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Giorgio Serci - First Steps In Fingerstyle Guitar Fundamental Studies Part 15 - Study n. 15

Lesson Notes

** As featured in issue 26 **

In this acoustic guitar lesson we’ll be looking at another composition of mine simply called Study n. 15. This fingerstyle guitar piece features a few arranging and compositional ideas, the most recurring being using modal interchange, which consists of borrowing chords from the parallel scales. In essence, as well as being able to use any of the diatonic (in the key) chords in D major (this is the key centre of this piece), we can borrow chords from the key of D minor.

So as well as using Gmaj (chord IV of D), we can use Gm (chord iv of D minor). This technique, referred to as modal interchange, is one of the most common arranging and compositional strategies, as it enables us to expand our harmonic vocabulary, offering us a more assorted palette of colours. It is important to notice that when we can actually borrow chords from any D minor scale: natural, harmonic and melodic. This would explain the harmonic provenience of the first chord, Gm6/D. I have also included a few other non-diatonic chords, for example the A#O7, which can be seen as a substitution or an inversion of a F#7b9 (V in relation to the forthcoming Bm).

The next non-diatonic chord, which happens to be an inversion, is the Bbadd9/Ab, and that can also be described as a Bb9 third inversion. This was constructed from a D Locrian - natural 2nd, which is the 6th mode of F Melodic minor. The Gmaj7/B is another one. This is quite a guitaristic chord and in my opinion is one of those feel-good chords. The picking-hand pattern is predominantly as follows: ‘p’ and ‘a’ play simultaneously the outer notes of the chord and ‘i’ and ‘m’ pluck the inner strings, filling the gap with a broken chord between the melody note and the bass. As usual, our ‘p’ finger will play the bass line. Play this part in a relaxed and clear manner, making sure your thumb is a little forward compared to the i, m, a fingers, in order to prevent it from colliding with the ‘i’ finger. As always, focus on attack and tonal consistency. The melody and the supporting harmonies will be played with the ‘i’, ‘m’ and ‘a’ fingers.

Next we are going to look at the left hand part: (Please note E=low E string, e= high E string)

Bar 1: Open D, index f on fret 3 of e, B and G. Little f on fret 5 of B

Bar 2: Open D, index f on fret 2 of e, B and G. Little f on fret 5 of B

Bar 3: Open D, index f on fret 3 of e, B and G. Little f on fret 5 of B. Next ring f on fret 5 of e.

Bar 4: Open D, hold ring f on fret 5 of e, little f on fret 6 of G and index f on fret 3 of B

Bar 5: As bar 1

Bar 6: As bar 2 with extra F# on 2+.

Bar 7: (beat 1) Little f on fret 3 of e, index f on fret 2 of D and open G. (beat 2) Open A and G, middle f on fret 2 of B and ring f on fret 2 of e.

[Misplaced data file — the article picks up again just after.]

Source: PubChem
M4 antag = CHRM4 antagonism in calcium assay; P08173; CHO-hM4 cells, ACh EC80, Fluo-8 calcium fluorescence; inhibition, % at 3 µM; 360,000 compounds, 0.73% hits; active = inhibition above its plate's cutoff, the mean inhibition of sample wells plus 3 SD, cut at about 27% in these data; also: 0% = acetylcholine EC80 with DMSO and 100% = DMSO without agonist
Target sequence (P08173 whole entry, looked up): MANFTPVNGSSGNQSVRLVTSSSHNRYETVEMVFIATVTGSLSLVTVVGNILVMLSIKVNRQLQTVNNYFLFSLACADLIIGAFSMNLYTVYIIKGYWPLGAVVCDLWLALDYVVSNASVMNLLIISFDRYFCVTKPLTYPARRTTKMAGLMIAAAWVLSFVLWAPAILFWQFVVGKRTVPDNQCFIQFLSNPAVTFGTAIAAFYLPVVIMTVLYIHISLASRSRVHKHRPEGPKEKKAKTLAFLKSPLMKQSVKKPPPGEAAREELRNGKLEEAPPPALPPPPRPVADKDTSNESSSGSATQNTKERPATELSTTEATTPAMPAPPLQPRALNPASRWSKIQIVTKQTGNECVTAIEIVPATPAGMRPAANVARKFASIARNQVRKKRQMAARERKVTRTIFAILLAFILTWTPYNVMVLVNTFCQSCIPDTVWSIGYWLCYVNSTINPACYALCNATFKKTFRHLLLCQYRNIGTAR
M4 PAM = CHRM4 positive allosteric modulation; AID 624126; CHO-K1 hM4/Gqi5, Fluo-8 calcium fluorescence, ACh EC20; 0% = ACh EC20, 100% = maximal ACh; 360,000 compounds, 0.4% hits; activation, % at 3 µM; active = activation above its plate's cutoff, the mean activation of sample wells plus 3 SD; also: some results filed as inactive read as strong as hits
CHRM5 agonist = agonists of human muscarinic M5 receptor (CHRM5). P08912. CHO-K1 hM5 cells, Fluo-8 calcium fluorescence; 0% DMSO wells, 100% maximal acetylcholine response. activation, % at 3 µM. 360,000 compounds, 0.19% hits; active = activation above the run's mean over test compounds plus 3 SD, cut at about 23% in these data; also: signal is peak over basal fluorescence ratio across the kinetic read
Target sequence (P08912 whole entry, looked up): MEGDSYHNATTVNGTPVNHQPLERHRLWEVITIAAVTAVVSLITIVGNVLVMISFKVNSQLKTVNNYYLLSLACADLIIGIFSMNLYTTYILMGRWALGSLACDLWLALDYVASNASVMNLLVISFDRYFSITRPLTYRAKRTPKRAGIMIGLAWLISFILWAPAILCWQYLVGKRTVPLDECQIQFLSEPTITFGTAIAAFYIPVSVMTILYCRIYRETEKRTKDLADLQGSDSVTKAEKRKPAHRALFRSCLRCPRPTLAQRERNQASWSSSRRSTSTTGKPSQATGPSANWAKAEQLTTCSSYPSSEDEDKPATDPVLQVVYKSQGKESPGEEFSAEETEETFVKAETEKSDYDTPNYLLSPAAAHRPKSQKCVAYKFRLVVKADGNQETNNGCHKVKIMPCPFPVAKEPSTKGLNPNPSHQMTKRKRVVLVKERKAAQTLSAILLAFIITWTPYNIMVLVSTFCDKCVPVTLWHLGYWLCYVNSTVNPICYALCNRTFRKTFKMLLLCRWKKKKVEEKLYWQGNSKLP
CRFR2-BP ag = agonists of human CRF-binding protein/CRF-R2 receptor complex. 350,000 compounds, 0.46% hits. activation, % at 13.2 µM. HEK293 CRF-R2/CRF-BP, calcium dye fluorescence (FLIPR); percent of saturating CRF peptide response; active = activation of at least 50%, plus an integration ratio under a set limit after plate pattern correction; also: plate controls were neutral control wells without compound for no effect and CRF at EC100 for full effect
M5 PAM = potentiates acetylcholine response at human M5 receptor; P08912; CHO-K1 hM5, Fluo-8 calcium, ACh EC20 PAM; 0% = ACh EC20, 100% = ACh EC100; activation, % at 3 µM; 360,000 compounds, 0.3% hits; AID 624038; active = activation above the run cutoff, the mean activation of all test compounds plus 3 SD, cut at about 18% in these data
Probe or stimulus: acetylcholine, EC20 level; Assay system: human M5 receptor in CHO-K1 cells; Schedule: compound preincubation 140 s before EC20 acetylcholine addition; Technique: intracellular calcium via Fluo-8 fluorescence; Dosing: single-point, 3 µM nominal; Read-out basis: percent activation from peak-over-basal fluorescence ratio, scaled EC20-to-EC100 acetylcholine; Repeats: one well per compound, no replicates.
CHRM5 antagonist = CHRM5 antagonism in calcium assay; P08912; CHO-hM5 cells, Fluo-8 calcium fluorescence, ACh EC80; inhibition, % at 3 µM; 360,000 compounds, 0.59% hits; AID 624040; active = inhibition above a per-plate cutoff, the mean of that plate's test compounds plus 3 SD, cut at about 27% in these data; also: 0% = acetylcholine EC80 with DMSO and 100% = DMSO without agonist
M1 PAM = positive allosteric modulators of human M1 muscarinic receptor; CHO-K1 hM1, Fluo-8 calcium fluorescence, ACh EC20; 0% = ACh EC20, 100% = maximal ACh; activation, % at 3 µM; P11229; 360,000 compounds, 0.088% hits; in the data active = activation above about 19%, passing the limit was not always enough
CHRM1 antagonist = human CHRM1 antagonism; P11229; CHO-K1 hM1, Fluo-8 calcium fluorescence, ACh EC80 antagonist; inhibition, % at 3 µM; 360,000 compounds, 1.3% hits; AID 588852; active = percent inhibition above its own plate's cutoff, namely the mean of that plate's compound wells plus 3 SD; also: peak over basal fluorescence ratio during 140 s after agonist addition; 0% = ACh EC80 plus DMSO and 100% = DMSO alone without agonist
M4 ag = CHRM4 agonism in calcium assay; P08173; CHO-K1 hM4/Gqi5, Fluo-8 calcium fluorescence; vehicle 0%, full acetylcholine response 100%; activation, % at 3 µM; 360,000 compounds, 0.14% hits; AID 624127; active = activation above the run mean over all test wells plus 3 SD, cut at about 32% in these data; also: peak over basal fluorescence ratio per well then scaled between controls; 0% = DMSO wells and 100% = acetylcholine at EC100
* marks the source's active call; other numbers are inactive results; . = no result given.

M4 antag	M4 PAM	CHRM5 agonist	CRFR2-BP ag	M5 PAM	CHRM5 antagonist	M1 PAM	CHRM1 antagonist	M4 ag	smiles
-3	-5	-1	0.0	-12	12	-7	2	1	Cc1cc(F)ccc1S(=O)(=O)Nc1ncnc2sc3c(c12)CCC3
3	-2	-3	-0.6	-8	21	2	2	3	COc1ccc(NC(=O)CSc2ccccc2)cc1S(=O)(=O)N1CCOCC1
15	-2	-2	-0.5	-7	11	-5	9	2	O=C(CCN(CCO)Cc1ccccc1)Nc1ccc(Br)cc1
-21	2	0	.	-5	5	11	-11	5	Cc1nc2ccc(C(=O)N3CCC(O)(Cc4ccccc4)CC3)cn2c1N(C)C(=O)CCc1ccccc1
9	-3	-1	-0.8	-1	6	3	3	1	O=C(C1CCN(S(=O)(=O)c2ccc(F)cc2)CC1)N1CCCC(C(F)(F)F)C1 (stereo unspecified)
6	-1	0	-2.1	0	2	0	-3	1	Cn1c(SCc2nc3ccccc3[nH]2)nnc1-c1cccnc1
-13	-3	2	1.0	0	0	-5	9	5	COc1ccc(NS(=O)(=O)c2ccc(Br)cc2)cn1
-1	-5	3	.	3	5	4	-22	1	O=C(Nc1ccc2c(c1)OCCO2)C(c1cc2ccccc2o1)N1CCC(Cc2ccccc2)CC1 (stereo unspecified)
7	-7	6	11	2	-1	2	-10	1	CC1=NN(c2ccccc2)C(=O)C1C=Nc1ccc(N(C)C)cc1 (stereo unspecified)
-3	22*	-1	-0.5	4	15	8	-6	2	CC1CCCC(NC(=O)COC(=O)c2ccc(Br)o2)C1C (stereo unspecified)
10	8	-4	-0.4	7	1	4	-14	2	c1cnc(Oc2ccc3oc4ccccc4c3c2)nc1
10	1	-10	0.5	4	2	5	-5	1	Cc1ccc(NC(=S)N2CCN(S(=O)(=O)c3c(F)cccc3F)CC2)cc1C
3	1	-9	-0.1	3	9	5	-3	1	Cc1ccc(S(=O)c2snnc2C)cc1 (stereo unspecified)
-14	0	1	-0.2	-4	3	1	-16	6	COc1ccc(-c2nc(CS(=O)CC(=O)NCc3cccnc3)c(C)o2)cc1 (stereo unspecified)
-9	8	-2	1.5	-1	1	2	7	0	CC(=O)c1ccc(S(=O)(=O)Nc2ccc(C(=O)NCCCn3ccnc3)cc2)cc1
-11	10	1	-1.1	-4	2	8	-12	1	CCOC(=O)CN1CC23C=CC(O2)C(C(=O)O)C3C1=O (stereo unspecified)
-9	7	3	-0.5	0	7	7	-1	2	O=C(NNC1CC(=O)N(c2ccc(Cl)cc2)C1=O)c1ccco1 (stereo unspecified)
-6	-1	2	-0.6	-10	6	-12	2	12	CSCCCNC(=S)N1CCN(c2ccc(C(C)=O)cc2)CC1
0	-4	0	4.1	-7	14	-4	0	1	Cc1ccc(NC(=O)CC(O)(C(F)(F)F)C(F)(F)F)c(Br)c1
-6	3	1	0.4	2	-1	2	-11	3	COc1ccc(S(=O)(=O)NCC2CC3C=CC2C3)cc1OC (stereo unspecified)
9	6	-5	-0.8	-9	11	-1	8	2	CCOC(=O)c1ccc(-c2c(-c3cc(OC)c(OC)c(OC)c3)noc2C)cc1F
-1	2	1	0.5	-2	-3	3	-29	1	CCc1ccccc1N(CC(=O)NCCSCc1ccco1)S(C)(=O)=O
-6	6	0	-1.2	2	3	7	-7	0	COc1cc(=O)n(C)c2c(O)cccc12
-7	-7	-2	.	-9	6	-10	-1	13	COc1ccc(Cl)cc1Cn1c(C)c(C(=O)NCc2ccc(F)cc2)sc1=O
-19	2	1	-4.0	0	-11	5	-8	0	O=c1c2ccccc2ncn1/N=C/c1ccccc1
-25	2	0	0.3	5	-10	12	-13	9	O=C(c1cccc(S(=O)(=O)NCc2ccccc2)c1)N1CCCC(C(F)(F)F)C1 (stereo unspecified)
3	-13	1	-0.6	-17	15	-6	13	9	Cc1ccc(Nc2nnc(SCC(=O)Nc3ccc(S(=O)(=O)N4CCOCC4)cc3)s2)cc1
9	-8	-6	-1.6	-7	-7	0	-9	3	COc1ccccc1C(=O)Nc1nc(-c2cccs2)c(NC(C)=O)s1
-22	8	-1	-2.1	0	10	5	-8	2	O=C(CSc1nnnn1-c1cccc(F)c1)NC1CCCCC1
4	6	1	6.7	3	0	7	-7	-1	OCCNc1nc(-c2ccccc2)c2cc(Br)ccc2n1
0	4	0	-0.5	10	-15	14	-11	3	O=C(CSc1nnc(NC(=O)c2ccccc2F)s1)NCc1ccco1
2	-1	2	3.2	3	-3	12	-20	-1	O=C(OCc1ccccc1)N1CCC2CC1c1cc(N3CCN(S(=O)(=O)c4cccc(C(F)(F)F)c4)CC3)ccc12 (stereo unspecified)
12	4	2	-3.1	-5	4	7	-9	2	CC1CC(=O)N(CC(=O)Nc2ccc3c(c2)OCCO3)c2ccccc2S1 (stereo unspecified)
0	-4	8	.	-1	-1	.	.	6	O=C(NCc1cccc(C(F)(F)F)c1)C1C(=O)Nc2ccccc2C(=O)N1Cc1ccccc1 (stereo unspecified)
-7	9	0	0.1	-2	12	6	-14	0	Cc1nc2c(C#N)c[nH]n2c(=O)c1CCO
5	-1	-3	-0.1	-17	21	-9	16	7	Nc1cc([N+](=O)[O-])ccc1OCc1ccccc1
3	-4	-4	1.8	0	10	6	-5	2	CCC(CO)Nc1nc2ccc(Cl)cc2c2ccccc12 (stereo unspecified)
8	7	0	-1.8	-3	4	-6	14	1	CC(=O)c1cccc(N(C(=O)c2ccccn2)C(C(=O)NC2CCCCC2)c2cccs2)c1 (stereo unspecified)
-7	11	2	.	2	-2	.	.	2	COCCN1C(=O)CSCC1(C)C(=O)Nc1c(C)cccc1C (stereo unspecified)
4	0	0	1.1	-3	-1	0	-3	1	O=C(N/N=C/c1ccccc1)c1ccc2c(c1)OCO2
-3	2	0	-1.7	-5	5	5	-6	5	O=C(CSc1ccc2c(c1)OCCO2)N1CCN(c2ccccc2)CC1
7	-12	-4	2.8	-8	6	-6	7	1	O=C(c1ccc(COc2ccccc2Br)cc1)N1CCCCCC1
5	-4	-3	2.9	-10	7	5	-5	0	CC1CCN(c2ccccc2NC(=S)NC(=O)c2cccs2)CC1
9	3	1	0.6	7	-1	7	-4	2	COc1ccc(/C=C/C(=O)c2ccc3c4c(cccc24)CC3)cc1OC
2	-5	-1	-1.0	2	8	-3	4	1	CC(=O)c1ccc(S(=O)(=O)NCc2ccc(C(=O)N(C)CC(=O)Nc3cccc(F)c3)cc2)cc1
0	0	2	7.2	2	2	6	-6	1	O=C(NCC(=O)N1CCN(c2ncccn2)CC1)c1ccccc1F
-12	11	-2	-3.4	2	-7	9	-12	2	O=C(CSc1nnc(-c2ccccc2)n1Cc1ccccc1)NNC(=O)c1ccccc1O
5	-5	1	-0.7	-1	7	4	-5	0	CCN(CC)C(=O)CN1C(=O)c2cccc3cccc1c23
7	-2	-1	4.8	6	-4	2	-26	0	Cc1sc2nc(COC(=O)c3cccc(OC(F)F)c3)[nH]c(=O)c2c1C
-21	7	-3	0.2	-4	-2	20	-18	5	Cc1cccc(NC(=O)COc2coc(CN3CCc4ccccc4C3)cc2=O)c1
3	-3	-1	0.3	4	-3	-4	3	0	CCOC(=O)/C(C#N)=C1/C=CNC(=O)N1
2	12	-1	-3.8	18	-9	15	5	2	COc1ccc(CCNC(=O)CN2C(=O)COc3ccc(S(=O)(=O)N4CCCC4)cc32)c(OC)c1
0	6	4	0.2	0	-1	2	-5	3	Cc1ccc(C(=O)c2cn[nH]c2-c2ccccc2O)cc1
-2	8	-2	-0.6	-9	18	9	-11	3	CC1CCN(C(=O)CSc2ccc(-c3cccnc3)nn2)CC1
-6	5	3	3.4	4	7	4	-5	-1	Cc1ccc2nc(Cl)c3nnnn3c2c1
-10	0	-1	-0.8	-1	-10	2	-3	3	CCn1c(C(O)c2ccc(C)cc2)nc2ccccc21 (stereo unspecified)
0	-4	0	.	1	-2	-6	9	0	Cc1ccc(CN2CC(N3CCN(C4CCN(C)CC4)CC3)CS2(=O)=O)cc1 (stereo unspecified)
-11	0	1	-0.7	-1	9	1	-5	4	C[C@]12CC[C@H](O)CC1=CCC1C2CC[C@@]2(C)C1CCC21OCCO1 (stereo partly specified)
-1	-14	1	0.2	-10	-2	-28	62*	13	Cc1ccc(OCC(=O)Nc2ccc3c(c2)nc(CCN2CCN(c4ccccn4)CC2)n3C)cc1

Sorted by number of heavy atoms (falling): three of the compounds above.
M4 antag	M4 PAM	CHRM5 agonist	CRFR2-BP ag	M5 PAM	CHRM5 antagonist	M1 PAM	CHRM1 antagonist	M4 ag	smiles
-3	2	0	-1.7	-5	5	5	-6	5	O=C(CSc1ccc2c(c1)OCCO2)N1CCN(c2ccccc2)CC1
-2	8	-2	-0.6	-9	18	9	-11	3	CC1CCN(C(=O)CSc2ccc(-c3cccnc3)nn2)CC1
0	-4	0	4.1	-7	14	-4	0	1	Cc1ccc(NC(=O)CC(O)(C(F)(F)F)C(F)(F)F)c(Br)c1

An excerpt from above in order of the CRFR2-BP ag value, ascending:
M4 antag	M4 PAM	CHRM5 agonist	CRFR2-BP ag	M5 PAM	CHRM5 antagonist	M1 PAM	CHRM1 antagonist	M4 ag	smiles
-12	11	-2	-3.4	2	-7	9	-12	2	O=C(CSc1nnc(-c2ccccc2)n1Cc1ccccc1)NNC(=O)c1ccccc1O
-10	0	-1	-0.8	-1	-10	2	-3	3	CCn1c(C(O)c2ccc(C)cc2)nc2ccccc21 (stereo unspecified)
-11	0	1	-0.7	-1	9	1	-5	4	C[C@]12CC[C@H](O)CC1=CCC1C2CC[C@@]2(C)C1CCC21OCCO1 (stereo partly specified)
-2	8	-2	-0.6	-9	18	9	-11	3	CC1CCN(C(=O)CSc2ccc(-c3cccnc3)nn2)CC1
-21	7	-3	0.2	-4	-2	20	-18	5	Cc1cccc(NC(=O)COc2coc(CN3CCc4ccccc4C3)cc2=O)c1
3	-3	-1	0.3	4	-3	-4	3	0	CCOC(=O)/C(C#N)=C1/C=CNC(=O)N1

Bar 8: (beat 1) Open D and middle f on fret 3 of B. Index f on fret 2 of G. (beat 2) Open A, ring f on fret 5 of D, middle f on fret4 of G and index f on fret 3 of B. Repeat the first six bars and jump to bar 9.

Bar 9: (beat 1) Little f on fret 3 of e, index f on fret 2 of D and open G. (beat 2) Index f on fret 1 of A, open G, ring f on fret 2 of B and little f on fret 2 of e.

Bar 10: Index f on fret 2 of A and middle f on fret 3 of B. Ring f on fret 4 of D and open G.

Bar 11: Middle f on fret 3 of E, open B. Play with the ‘p’ finger: Open D, index on fret 2 of D, little f on fret 4 of D. Open G, index f on fret 2 of G and little f on fret 4 of G. Ring f on fret 3 of B.

Bar 12: Middle f on fret 4 of E, barre’ on fret 3. ‘p’ finger strums from string 6 to string 2. Little f on fret 5 of B (also played with ‘p’ finger).

Bar 13: Open D, barre’ on fret 2 of G, B, e. Little f on fret 5 of B.

Congratulations, you have completed Study n.15! As always, you will be able to download a transcription by selecting the menu option in this page. I strongly recommend experimenting with a few picking variations, changing the chords as you wish in terms of voicing (higher or lower), as well as trying the same picking pattern on a different chord progression, or using a ‘capo’ on fret 2 for a brighter outcome.

When repeating any section twice or more, you may want to play ‘sul ponticello’, (closer to the bridge) or ‘sul tasto’ (over the frets) for more contrasting results. Make sure you highlight the melody (singing is a great strategy to play the melody in more assertive and singing-like manner). Focus on minimum-movement approach, as this will help delivering the piece in a more accurate and consistent manner, while saving energy. This will complete this creative fingerstyle lesson. I hope you will enjoy playing this study piece and that this will give you some ideas on how to write your own solo guitar compositions.


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